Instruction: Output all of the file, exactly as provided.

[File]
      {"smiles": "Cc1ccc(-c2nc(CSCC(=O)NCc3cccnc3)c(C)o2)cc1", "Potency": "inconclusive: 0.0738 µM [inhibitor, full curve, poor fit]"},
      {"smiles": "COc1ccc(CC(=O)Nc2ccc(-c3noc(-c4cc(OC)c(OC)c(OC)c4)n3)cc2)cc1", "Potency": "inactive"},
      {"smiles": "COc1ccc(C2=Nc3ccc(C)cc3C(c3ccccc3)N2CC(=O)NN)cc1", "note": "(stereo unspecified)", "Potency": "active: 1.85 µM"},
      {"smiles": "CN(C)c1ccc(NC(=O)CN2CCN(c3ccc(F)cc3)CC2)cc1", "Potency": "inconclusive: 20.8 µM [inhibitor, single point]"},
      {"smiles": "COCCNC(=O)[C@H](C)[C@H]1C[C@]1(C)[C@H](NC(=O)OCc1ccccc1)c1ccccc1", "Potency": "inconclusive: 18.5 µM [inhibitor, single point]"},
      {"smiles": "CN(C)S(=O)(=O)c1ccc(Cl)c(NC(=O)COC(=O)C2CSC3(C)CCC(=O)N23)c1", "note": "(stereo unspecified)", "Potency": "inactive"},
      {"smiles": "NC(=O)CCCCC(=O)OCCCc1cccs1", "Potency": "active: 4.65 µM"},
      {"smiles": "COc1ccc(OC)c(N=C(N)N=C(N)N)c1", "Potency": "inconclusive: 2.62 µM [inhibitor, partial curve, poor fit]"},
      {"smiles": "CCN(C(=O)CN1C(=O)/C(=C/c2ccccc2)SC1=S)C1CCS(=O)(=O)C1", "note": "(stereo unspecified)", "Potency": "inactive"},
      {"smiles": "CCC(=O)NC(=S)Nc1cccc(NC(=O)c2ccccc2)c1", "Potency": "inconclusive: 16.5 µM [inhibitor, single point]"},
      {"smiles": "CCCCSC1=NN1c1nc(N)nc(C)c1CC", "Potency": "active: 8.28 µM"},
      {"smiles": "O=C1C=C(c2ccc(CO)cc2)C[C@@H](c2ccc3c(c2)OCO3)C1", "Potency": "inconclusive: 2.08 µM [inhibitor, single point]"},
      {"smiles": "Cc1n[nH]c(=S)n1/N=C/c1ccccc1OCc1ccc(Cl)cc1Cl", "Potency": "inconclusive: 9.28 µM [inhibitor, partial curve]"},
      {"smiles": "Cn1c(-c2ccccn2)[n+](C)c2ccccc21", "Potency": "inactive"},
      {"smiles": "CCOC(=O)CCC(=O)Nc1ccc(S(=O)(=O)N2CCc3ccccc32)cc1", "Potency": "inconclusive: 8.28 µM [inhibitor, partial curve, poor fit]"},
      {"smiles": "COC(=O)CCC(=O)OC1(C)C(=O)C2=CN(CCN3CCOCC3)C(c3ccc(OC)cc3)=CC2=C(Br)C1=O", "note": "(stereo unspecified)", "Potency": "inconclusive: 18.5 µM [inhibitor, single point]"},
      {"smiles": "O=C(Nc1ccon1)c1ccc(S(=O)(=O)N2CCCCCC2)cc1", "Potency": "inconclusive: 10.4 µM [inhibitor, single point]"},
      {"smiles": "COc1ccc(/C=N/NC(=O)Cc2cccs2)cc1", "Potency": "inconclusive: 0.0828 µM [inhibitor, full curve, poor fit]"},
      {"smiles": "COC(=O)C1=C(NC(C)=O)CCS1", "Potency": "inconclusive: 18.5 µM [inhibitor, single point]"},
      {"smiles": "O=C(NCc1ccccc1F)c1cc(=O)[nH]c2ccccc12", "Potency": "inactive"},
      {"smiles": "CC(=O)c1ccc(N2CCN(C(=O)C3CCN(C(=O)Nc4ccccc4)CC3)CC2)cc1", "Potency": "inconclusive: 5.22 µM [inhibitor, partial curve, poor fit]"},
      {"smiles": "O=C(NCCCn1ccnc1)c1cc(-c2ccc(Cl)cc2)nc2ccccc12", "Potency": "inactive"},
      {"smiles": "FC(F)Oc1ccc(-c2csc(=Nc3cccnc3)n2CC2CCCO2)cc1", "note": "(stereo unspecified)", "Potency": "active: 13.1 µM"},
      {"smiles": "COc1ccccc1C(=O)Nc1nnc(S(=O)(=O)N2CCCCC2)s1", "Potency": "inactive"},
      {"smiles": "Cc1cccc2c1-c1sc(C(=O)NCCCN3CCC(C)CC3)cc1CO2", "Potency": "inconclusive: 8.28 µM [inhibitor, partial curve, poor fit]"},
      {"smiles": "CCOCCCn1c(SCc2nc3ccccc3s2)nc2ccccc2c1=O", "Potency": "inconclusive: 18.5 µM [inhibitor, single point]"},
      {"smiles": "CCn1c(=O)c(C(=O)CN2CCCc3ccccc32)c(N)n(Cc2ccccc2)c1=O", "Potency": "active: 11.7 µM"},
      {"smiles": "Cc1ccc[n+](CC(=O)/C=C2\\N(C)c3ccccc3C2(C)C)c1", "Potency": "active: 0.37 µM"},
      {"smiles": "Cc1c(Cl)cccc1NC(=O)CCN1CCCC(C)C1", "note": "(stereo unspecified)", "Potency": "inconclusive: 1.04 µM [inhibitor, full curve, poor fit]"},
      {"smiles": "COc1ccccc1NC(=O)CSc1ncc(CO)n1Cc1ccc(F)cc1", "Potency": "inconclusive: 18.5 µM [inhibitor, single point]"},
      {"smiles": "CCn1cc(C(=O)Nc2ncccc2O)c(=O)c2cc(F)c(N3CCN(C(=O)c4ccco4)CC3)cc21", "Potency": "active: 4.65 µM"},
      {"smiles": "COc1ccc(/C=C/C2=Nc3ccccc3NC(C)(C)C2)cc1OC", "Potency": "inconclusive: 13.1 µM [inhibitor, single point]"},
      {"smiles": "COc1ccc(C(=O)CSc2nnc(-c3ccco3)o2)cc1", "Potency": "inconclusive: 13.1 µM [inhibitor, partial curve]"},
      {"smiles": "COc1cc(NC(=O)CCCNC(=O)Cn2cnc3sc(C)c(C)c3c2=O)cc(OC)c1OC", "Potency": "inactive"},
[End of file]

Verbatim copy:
      {"smiles": "Cc1ccc(-c2nc(CSCC(=O)NCc3cccnc3)c(C)o2)cc1", "Potency": "inconclusive: 0.0738 µM [inhibitor, full curve, poor fit]"},
      {"smiles": "COc1ccc(CC(=O)Nc2ccc(-c3noc(-c4cc(OC)c(OC)c(OC)c4)n3)cc2)cc1", "Potency": "inactive"},
      {"smiles": "COc1ccc(C2=Nc3ccc(C)cc3C(c3ccccc3)N2CC(=O)NN)cc1", "note": "(stereo unspecified)", "Potency": "active: 1.85 µM"},
      {"smiles": "CN(C)c1ccc(NC(=O)CN2CCN(c3ccc(F)cc3)CC2)cc1", "Potency": "inconclusive: 20.8 µM [inhibitor, single point]"},
      {"smiles": "COCCNC(=O)[C@H](C)[C@H]1C[C@]1(C)[C@H](NC(=O)OCc1ccccc1)c1ccccc1", "Potency": "inconclusive: 18.5 µM [inhibitor, single point]"},
      {"smiles": "CN(C)S(=O)(=O)c1ccc(Cl)c(NC(=O)COC(=O)C2CSC3(C)CCC(=O)N23)c1", "note": "(stereo unspecified)", "Potency": "inactive"},
      {"smiles": "NC(=O)CCCCC(=O)OCCCc1cccs1", "Potency": "active: 4.65 µM"},
      {"smiles": "COc1ccc(OC)c(N=C(N)N=C(N)N)c1", "Potency": "inconclusive: 2.62 µM [inhibitor, partial curve, poor fit]"},
      {"smiles": "CCN(C(=O)CN1C(=O)/C(=C/c2ccccc2)SC1=S)C1CCS(=O)(=O)C1", "note": "(stereo unspecified)", "Potency": "inactive"},
      {"smiles": "CCC(=O)NC(=S)Nc1cccc(NC(=O)c2ccccc2)c1", "Potency": "inconclusive: 16.5 µM [inhibitor, single point]"},
      {"smiles": "CCCCSC1=NN1c1nc(N)nc(C)c1CC", "Potency": "active: 8.28 µM"},
      {"smiles": "O=C1C=C(c2ccc(CO)cc2)C[C@@H](c2ccc3c(c2)OCO3)C1", "Potency": "inconclusive: 2.08 µM [inhibitor, single point]"},
      {"smiles": "Cc1n[nH]c(=S)n1/N=C/c1ccccc1OCc1ccc(Cl)cc1Cl", "Potency": "inconclusive: 9.28 µM [inhibitor, partial curve]"},
      {"smiles": "Cn1c(-c2ccccn2)[n+](C)c2ccccc21", "Potency": "inactive"},
      {"smiles": "CCOC(=O)CCC(=O)Nc1ccc(S(=O)(=O)N2CCc3ccccc32)cc1", "Potency": "inconclusive: 8.28 µM [inhibitor, partial curve, poor fit]"},
      {"smiles": "COC(=O)CCC(=O)OC1(C)C(=O)C2=CN(CCN3CCOCC3)C(c3ccc(OC)cc3)=CC2=C(Br)C1=O", "note": "(stereo unspecified)", "Potency": "inconclusive: 18.5 µM [inhibitor, single point]"},
      {"smiles": "O=C(Nc1ccon1)c1ccc(S(=O)(=O)N2CCCCCC2)cc1", "Potency": "inconclusive: 10.4 µM [inhibitor, single point]"},
      {"smiles": "COc1ccc(/C=N/NC(=O)Cc2cccs2)cc1", "Potency": "inconclusive: 0.0828 µM [inhibitor, full curve, poor fit]"},
      {"smiles": "COC(=O)C1=C(NC(C)=O)CCS1", "Potency": "inconclusive: 18.5 µM [inhibitor, single point]"},
      {"smiles": "O=C(NCc1ccccc1F)c1cc(=O)[nH]c2ccccc12", "Potency": "inactive"},
      {"smiles": "CC(=O)c1ccc(N2CCN(C(=O)C3CCN(C(=O)Nc4ccccc4)CC3)CC2)cc1", "Potency": "inconclusive: 5.22 µM [inhibitor, partial curve, poor fit]"},
      {"smiles": "O=C(NCCCn1ccnc1)c1cc(-c2ccc(Cl)cc2)nc2ccccc12", "Potency": "inactive"},
      {"smiles": "FC(F)Oc1ccc(-c2csc(=Nc3cccnc3)n2CC2CCCO2)cc1", "note": "(stereo unspecified)", "Potency": "active: 13.1 µM"},
      {"smiles": "COc1ccccc1C(=O)Nc1nnc(S(=O)(=O)N2CCCCC2)s1", "Potency": "inactive"},
      {"smiles": "Cc1cccc2c1-c1sc(C(=O)NCCCN3CCC(C)CC3)cc1CO2", "Potency": "inconclusive: 8.28 µM [inhibitor, partial curve, poor fit]"},
      {"smiles": "CCOCCCn1c(SCc2nc3ccccc3s2)nc2ccccc2c1=O", "Potency": "inconclusive: 18.5 µM [inhibitor, single point]"},
      {"smiles": "CCn1c(=O)c(C(=O)CN2CCCc3ccccc32)c(N)n(Cc2ccccc2)c1=O", "Potency": "active: 11.7 µM"},
      {"smiles": "Cc1ccc[n+](CC(=O)/C=C2\\N(C)c3ccccc3C2(C)C)c1", "Potency": "active: 0.37 µM"},
      {"smiles": "Cc1c(Cl)cccc1NC(=O)CCN1CCCC(C)C1", "note": "(stereo unspecified)", "Potency": "inconclusive: 1.04 µM [inhibitor, full curve, poor fit]"},
      {"smiles": "COc1ccccc1NC(=O)CSc1ncc(CO)n1Cc1ccc(F)cc1", "Potency": "inconclusive: 18.5 µM [inhibitor, single point]"},
      {"smiles": "CCn1cc(C(=O)Nc2ncccc2O)c(=O)c2cc(F)c(N3CCN(C(=O)c4ccco4)CC3)cc21", "Potency": "active: 4.65 µM"},
      {"smiles": "COc1ccc(/C=C/C2=Nc3ccccc3NC(C)(C)C2)cc1OC", "Potency": "inconclusive: 13.1 µM [inhibitor, single point]"},
      {"smiles": "COc1ccc(C(=O)CSc2nnc(-c3ccco3)o2)cc1", "Potency": "inconclusive: 13.1 µM [inhibitor, partial curve]"},
      {"smiles": "COc1cc(NC(=O)CCCNC(=O)Cn2cnc3sc(C)c(C)c3c2=O)cc(OC)c1OC", "Potency": "inactive"},